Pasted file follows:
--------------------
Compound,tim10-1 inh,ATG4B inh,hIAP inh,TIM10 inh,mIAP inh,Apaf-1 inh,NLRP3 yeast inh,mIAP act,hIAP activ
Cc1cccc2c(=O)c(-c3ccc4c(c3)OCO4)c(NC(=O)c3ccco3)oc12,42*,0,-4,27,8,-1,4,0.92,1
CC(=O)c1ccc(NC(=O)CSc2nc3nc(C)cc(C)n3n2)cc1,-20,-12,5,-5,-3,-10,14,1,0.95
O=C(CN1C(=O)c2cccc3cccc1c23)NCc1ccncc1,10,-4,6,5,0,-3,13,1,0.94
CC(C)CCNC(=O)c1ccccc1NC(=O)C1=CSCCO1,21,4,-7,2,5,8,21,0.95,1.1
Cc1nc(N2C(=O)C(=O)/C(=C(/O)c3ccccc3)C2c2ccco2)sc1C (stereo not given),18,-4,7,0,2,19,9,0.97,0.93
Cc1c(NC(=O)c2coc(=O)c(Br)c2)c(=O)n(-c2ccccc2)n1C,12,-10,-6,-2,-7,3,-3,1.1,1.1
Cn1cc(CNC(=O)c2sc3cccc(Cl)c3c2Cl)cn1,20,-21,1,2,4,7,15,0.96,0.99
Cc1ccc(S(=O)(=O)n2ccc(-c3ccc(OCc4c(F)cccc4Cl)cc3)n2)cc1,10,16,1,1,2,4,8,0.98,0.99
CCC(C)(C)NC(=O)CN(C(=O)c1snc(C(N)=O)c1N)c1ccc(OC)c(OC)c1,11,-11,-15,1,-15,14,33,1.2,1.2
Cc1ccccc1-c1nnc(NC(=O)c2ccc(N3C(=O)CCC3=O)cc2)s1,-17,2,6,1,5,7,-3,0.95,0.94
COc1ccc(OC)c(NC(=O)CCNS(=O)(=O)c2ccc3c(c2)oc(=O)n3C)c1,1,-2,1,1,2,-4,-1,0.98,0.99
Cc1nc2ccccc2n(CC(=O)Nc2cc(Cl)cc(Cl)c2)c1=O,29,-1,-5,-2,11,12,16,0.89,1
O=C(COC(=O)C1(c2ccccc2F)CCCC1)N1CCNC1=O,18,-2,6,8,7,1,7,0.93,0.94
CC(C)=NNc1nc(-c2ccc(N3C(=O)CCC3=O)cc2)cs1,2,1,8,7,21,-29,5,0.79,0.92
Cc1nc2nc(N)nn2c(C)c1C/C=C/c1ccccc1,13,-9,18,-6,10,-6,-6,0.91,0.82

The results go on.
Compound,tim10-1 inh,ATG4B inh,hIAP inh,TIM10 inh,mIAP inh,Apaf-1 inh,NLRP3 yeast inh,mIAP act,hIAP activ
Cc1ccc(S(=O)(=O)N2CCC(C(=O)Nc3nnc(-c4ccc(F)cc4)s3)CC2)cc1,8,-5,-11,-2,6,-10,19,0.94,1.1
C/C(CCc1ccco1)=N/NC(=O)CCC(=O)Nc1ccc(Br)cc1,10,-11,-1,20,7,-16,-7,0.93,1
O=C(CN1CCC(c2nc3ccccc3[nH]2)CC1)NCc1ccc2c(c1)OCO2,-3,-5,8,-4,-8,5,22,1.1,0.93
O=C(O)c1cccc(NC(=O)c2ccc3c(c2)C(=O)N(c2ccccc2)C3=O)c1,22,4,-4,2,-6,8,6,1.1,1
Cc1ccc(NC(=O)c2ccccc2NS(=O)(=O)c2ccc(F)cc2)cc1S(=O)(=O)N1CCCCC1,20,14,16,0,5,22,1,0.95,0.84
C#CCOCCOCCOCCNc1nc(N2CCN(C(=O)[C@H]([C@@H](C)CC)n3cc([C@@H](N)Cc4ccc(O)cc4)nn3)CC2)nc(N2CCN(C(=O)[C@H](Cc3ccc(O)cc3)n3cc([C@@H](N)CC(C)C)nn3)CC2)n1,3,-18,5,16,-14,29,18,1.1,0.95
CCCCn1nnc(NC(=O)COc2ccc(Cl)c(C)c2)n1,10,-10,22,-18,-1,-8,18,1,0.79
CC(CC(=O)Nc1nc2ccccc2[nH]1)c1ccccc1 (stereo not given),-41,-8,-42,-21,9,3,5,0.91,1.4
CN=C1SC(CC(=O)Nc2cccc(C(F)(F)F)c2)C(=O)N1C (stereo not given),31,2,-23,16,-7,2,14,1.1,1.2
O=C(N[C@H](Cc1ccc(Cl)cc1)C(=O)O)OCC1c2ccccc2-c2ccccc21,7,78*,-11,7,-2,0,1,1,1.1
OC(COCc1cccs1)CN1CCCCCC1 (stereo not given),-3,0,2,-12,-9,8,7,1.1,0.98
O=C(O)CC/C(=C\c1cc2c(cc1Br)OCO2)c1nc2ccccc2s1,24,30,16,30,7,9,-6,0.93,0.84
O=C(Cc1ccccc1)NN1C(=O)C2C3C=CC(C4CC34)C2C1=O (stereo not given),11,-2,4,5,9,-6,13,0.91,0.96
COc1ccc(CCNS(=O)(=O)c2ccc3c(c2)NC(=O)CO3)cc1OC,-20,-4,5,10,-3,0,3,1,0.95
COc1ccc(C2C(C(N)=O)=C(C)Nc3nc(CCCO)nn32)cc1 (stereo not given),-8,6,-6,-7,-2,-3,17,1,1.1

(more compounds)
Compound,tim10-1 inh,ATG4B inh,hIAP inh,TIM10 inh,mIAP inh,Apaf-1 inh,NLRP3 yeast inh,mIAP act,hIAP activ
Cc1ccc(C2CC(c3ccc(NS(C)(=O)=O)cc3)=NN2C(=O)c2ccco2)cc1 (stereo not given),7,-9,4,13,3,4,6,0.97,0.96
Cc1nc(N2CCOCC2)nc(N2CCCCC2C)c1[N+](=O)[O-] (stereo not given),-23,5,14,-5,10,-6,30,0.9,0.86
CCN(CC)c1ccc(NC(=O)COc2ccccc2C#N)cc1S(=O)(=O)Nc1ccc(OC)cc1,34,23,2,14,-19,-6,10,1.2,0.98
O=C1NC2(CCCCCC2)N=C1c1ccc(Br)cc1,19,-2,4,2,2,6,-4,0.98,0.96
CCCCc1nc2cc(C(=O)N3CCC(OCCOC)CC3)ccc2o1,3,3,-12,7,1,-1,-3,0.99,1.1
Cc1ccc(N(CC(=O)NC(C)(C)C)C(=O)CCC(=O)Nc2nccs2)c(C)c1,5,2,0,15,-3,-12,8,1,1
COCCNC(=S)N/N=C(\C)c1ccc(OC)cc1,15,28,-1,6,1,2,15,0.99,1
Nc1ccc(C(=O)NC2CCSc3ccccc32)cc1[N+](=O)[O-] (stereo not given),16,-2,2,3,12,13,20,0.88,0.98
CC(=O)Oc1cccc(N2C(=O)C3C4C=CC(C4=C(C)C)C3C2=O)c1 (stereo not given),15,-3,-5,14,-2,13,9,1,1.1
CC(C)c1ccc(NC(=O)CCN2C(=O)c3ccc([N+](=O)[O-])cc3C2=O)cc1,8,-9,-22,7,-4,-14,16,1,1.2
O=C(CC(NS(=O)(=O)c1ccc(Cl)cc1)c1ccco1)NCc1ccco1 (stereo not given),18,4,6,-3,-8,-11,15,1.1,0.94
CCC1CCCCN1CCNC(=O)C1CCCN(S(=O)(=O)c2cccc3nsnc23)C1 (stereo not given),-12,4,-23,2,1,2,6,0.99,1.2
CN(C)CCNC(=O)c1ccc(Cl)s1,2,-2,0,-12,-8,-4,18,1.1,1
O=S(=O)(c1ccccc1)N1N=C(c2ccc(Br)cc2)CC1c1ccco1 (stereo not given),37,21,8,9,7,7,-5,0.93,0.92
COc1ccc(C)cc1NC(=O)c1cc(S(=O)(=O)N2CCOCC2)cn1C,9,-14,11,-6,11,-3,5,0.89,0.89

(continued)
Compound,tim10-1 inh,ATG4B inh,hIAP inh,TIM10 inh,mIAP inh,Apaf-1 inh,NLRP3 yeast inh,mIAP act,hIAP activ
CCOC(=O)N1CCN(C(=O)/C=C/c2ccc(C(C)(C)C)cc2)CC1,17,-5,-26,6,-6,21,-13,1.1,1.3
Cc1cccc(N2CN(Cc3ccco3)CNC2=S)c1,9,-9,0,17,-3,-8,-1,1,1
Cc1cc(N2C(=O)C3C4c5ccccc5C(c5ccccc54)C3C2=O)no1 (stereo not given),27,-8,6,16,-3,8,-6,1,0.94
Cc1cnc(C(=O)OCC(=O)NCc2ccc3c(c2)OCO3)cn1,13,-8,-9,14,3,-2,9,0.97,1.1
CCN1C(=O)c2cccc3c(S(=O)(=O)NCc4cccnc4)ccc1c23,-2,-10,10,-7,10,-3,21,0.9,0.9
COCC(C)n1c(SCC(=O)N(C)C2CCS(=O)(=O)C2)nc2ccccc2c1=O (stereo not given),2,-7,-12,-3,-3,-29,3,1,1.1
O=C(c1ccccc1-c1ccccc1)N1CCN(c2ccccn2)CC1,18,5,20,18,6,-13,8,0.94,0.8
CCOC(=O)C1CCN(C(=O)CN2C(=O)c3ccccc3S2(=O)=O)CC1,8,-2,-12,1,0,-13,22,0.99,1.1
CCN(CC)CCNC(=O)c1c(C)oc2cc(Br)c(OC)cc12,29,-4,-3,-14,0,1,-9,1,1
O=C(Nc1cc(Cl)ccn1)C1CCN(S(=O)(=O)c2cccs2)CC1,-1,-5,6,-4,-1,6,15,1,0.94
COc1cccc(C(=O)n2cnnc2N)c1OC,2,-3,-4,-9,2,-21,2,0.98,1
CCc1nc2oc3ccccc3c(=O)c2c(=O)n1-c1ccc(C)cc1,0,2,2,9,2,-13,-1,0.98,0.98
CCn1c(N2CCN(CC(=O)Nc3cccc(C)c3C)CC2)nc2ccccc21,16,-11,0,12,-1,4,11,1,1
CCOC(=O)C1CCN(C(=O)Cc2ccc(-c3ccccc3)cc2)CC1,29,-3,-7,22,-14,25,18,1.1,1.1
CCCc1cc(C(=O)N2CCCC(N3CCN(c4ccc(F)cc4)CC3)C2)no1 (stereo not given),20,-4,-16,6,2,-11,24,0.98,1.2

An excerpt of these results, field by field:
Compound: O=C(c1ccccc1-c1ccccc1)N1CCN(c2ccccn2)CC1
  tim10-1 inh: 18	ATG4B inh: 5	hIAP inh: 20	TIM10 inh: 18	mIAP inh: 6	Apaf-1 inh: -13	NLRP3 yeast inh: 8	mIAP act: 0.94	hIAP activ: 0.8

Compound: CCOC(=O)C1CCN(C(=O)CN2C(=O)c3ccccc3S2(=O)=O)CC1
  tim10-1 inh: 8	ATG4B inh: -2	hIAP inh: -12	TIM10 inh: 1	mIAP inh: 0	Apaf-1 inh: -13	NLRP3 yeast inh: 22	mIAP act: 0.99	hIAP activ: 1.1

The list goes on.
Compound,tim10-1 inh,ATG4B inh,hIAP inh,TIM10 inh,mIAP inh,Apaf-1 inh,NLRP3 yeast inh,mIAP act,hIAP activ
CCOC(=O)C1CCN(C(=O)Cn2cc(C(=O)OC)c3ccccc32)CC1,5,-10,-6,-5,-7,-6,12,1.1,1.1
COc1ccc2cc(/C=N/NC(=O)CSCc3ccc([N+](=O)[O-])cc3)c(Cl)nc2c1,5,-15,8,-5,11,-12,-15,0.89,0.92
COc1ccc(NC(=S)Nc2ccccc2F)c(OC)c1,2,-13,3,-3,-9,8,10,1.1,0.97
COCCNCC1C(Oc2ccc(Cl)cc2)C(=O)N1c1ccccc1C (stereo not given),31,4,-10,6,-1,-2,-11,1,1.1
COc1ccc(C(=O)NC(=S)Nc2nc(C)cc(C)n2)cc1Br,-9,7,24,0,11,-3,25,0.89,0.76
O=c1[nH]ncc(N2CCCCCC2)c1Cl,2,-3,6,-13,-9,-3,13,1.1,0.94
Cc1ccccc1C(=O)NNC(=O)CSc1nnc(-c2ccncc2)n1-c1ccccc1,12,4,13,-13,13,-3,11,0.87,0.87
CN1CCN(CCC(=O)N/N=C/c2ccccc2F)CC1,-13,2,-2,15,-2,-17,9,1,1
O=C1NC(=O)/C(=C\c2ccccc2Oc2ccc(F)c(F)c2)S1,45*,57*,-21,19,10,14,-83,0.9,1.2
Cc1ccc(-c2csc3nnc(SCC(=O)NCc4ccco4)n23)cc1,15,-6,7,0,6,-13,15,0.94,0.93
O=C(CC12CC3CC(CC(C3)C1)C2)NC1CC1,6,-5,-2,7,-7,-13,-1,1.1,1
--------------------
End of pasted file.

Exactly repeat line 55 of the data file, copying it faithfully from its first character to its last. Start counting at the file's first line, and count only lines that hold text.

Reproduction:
Cc1cc(N2C(=O)C3C4c5ccccc5C(c5ccccc54)C3C2=O)no1 (stereo not given),27,-8,6,16,-3,8,-6,1,0.94